Apple Inc's results will be dissected more closely than ever next week, after a share swoon raised concerns on Wall Street that the stock's gravity-defying rally may be losing steam.
Five straight days of stock losses for the world's most valuable company sparked fears it had ventured into dreaded bubble territory and was overdue for a strong pullback. Shares reversed course on Tuesday, gaining 5 percent.
Between major legal challenges across several continents, increasing competition from Google Inc's Android -- now the world's most-used mobile software -- and confusion over what its next groundbreaking product will look like, more cautious investors are re-evaluating their positions and cashing in some holdings ahead of Apple's second-quarter earnings next Tuesday.
There's reason for caution: Apple's shares surged nearly 60 percent to a high of $644 this year. The slightest sign of trouble in the earnings report may prompt further profit-taking.
"Any disappointment in Apple could lead to a significant selloff in the short term," said Channing Smith, co-manager at Capital Advisors Growth Fund. "Are we long term believers in Apple? Absolutely, but as we move forward...you get up here to over $600 and you say, ‘Hmm, this is getting pretty frothy, expectations may be getting out of line.'"
Apple shares fell 7 percent when the company missed Wall Street expectations for the first time in years last October.
Should investors choose to park their cash elsewhere, many believe they will eventually return.
Most investors remain bullish on the longer-term -- 45 out of 53 Wall Street investment banking analysts still have "Buy" or "Strong Buy" ratings on the stock, citing robust iPhone and iPad sales and new products from a TV to a 4G iPhone coming down the pike.
They argue that Apple will again reveal a bumper quarter, attributing the nearly 9 percent slump in the stock since last Tuesday to a combination of pre-earnings caution and profit-taking, and successive strings of sell orders triggered as the lofty shares retreated.
In the days leading up to the selloff, at least two analysts predicted the stock will vault over $1000. Wall Street analysts on average expect it to touch $675 in the next 12 months.
IPHONE SALES SEEN STRONG
Apple, riding on strong iPhone and iPad sales, has smashed consensus estimates in recent quarters. But any dissatisfaction with the numbers could weigh heavily on its shares, which have quadrupled over the past two and a half years.
Major challenges for the California firm this year include the lawsuit against it by the U.S. Justice Department for alleged collusion on ebook prices and a potential hit on gross margins if key contract manufacturer Foxconn is able to pass on increased labor costs.
The world's most valuable company is expected to present a positive short-term picture when it reports earnings. Apple is estimated to have sold between 30 million and 35 million iPhones and around 13 million iPads on average last quarter, according to Wall Street analysts.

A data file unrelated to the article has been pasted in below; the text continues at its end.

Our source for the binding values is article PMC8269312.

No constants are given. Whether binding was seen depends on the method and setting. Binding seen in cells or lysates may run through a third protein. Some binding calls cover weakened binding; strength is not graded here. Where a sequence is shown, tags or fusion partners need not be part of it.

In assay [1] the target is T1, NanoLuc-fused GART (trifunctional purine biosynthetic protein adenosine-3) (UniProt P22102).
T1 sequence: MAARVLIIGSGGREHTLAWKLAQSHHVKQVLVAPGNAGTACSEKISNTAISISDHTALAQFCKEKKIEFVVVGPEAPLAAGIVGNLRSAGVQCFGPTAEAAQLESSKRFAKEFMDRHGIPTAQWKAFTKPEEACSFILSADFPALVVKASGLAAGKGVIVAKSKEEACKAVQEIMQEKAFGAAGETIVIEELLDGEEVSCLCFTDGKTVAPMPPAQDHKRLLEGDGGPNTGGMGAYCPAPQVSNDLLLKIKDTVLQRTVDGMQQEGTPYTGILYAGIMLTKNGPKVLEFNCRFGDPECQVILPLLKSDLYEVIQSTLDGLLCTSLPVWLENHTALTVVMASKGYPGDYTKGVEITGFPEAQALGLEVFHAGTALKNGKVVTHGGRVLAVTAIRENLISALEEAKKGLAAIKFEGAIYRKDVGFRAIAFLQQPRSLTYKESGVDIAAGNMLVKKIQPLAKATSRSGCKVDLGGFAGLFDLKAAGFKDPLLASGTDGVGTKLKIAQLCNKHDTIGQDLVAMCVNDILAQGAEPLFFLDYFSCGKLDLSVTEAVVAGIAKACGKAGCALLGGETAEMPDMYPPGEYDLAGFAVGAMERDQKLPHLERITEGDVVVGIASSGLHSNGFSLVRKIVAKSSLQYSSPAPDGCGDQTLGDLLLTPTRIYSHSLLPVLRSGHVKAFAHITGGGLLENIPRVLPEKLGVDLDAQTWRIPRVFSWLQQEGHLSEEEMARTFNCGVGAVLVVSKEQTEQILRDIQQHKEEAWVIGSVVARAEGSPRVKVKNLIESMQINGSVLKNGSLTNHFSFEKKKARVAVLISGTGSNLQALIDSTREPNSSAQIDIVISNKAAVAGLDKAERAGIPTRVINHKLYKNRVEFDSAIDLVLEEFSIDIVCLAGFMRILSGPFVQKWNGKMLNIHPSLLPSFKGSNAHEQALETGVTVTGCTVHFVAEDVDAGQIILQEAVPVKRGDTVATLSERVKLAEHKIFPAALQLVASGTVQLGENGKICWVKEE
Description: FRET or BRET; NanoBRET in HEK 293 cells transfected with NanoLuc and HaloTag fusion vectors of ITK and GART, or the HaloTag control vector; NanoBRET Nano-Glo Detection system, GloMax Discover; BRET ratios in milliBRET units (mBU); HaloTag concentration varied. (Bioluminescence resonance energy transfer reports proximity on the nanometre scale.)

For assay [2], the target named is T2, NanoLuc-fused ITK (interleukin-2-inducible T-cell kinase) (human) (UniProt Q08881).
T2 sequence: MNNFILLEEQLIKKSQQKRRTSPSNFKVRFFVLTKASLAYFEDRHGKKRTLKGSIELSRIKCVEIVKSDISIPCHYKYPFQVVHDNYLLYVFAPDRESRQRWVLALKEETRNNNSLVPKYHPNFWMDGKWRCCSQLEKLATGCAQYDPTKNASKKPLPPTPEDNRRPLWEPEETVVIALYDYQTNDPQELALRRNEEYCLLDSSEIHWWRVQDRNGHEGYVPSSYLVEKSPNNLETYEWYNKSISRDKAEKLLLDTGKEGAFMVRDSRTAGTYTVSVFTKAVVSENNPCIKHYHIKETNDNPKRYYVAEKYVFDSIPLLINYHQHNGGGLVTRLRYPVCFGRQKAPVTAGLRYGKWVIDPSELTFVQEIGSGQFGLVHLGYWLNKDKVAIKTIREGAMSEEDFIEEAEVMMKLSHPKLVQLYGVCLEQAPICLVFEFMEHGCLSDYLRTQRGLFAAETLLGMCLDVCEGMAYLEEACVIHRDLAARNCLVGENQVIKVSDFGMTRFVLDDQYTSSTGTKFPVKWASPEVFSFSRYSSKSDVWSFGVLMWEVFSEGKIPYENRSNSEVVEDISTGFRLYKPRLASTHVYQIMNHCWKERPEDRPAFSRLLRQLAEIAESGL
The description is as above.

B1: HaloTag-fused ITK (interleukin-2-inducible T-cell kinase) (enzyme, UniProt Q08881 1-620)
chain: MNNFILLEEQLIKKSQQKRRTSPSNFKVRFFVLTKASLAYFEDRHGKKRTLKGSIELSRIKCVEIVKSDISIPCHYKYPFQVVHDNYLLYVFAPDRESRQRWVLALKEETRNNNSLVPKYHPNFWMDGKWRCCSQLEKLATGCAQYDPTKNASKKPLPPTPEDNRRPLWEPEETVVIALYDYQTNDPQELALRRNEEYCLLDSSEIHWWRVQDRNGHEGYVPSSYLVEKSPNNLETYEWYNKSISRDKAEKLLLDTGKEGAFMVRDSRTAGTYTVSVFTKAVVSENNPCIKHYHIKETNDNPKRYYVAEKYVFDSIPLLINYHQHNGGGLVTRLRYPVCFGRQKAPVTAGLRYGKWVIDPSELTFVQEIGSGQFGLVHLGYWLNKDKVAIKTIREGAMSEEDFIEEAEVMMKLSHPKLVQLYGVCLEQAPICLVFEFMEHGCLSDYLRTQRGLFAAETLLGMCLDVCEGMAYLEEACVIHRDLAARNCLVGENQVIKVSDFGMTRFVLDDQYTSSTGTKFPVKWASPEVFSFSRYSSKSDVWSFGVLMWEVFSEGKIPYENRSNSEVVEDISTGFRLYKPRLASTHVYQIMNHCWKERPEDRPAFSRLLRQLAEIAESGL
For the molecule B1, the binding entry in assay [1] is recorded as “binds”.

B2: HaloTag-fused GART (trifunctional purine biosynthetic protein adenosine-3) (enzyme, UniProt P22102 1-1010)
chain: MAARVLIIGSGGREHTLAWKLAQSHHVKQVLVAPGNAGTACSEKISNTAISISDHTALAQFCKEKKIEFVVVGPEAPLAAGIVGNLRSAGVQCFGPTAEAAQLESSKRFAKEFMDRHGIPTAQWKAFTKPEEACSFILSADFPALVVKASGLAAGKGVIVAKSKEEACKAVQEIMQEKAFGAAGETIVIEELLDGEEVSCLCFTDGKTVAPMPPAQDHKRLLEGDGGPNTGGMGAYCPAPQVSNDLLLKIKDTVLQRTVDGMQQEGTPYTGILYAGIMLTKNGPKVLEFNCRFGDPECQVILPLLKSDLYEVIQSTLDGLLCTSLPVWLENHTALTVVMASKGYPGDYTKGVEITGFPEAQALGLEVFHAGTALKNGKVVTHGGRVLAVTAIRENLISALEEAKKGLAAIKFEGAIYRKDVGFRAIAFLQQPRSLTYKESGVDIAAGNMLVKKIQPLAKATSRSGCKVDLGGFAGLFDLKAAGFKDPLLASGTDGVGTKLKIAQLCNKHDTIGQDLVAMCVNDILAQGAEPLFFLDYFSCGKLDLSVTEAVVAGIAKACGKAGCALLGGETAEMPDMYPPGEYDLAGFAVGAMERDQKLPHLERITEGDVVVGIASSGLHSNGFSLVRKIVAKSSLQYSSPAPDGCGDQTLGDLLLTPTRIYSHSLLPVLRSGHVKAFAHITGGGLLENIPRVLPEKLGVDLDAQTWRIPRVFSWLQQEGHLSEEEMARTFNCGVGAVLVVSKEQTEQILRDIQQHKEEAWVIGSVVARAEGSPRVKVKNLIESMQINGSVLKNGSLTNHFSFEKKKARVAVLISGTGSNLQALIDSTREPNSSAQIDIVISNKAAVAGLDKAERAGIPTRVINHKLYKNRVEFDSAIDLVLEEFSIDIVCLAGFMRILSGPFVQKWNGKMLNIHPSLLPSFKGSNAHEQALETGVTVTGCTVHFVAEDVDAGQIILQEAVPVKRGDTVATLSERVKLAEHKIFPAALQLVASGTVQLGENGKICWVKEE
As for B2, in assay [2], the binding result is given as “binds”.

Monstrous sales of the iPhone -- 37.04 million -- accounted for more than half of Apple's first quarter revenue and assuaged investors' worries about the company's size slowing it down.
"It's going to be a blowout quarter, just like the last one, but there's been a big move in the stock and to trim back on your position a little bit makes imminent sense," said David Rolfe, chief investment officer at St. Louis-based Wedgewood Partners Inc, who manages $1.6 billion.
MORE PRODUCTS IN SECOND HALF?
Over the past week Apple's stock found itself in relatively unknown territory, declining 9 percent to $580 before bouncing back over 5 percent to nearly $610 on Tuesday. It had touched an all-time high of $644 on April 10.
"There was some nervousness probably that perhaps everyone that wanted an Apple product already bought one," said Jack Ablin, chief investment officer for Harris Private Bank in Chicago.
"The downdraft in the stock and updraft is significantly driven" by machine trading, which had an amplifying impact that was "much more than profit taking," Rolfe said.
Despite the stock's steep run-up and with earlier catalysts such as dividend and a new iPad already priced in, many investors are looking to a new iPhone later this year to fuel more growth.
Rumors that Apple may produce an actual television to go along with all the media content it sells are also gaining steam, along with a potential iPad with a smaller screen size to rival Amazon.com's Kindle Fire, which has cornered the lower end of the tablet market.
Apple is famously conservative with its forecasts, but may be more cautious this time around as anticipation of a new iPhone caused a slowdown in sales during the quarter prior to the release of the iPhone 4S, investors said.
The California company typically introduces new iPhones during the summer but broke the trend last year when it launched the iPhone 4S in October.
Apple is expected to report earnings of $9.94 a share on revenue of $36.48 billion, according to Thomson Reuters I/B/E/S.
It could beat these numbers "due to a possible build in iPhone channel inventory and stronger gross margins due to falling component costs," Bernstein Research analyst Toni Sacconaghi said in a note.